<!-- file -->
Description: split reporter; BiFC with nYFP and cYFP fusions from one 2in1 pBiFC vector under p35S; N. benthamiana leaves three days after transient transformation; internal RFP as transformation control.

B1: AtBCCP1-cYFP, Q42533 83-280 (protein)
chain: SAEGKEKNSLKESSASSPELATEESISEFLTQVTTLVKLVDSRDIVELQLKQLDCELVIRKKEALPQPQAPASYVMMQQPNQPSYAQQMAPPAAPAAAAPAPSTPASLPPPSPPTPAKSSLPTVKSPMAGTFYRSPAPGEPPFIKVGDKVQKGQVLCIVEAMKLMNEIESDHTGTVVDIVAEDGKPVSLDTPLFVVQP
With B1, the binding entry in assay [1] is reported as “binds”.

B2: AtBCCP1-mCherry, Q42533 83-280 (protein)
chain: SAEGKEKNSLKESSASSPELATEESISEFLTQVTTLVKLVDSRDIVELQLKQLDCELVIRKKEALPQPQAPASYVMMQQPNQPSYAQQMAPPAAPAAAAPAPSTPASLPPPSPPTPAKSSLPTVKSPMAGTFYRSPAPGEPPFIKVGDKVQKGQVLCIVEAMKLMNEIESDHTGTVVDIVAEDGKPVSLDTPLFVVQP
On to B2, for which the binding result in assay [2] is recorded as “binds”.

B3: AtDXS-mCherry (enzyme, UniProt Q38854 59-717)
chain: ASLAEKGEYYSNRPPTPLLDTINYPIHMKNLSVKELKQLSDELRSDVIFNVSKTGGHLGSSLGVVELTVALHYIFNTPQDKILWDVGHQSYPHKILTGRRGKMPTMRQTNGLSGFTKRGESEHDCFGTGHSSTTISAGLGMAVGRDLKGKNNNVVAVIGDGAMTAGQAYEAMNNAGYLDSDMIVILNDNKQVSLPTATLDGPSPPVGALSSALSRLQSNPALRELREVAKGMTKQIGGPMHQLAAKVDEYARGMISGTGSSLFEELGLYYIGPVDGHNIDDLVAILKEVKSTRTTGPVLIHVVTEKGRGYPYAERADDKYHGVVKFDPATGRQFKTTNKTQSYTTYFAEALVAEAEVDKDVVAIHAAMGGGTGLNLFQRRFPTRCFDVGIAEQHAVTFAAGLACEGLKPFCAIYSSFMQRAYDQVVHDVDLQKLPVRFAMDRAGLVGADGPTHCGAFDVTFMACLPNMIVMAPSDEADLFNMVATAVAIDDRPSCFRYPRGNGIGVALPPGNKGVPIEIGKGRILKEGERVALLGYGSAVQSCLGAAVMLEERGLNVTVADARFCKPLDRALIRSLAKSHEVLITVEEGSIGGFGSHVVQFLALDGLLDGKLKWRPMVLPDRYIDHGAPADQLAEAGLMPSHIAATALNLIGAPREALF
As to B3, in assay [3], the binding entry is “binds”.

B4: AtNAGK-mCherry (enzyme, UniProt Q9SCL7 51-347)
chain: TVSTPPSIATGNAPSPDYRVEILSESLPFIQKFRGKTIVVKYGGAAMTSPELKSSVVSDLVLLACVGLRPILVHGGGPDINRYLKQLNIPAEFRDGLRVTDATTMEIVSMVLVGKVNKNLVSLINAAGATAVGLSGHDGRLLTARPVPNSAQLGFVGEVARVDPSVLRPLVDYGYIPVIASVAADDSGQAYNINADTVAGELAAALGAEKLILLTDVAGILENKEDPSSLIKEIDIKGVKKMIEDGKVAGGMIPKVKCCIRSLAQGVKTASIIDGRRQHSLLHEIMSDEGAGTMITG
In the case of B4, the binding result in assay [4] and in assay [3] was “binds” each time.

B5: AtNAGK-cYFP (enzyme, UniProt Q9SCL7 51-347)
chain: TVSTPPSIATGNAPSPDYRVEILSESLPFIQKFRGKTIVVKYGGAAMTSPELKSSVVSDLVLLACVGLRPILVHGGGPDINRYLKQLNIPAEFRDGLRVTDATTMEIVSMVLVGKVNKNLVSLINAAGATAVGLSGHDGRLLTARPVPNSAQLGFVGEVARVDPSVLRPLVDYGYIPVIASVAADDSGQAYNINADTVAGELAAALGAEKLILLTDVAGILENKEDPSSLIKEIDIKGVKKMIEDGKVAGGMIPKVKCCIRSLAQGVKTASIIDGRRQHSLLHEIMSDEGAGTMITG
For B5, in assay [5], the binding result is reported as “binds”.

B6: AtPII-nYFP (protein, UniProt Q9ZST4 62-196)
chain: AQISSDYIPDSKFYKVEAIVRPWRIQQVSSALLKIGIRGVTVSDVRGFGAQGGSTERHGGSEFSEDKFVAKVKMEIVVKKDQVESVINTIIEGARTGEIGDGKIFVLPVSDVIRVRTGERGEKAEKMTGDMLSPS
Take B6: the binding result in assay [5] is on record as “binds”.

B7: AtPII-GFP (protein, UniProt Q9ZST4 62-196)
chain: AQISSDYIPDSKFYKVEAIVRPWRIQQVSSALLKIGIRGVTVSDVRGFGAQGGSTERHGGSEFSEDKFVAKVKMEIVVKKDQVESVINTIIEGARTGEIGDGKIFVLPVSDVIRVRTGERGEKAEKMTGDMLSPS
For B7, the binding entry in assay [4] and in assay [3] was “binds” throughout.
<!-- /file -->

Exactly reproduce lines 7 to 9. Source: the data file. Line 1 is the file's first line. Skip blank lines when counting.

On to B2, for which the binding result in assay [2] is recorded as “binds”.

B3: AtDXS-mCherry (enzyme, UniProt Q38854 59-717)
chain: ASLAEKGEYYSNRPPTPLLDTINYPIHMKNLSVKELKQLSDELRSDVIFNVSKTGGHLGSSLGVVELTVALHYIFNTPQDKILWDVGHQSYPHKILTGRRGKMPTMRQTNGLSGFTKRGESEHDCFGTGHSSTTISAGLGMAVGRDLKGKNNNVVAVIGDGAMTAGQAYEAMNNAGYLDSDMIVILNDNKQVSLPTATLDGPSPPVGALSSALSRLQSNPALRELREVAKGMTKQIGGPMHQLAAKVDEYARGMISGTGSSLFEELGLYYIGPVDGHNIDDLVAILKEVKSTRTTGPVLIHVVTEKGRGYPYAERADDKYHGVVKFDPATGRQFKTTNKTQSYTTYFAEALVAEAEVDKDVVAIHAAMGGGTGLNLFQRRFPTRCFDVGIAEQHAVTFAAGLACEGLKPFCAIYSSFMQRAYDQVVHDVDLQKLPVRFAMDRAGLVGADGPTHCGAFDVTFMACLPNMIVMAPSDEADLFNMVATAVAIDDRPSCFRYPRGNGIGVALPPGNKGVPIEIGKGRILKEGERVALLGYGSAVQSCLGAAVMLEERGLNVTVADARFCKPLDRALIRSLAKSHEVLITVEEGSIGGFGSHVVQFLALDGLLDGKLKWRPMVLPDRYIDHGAPADQLAEAGLMPSHIAATALNLIGAPREALF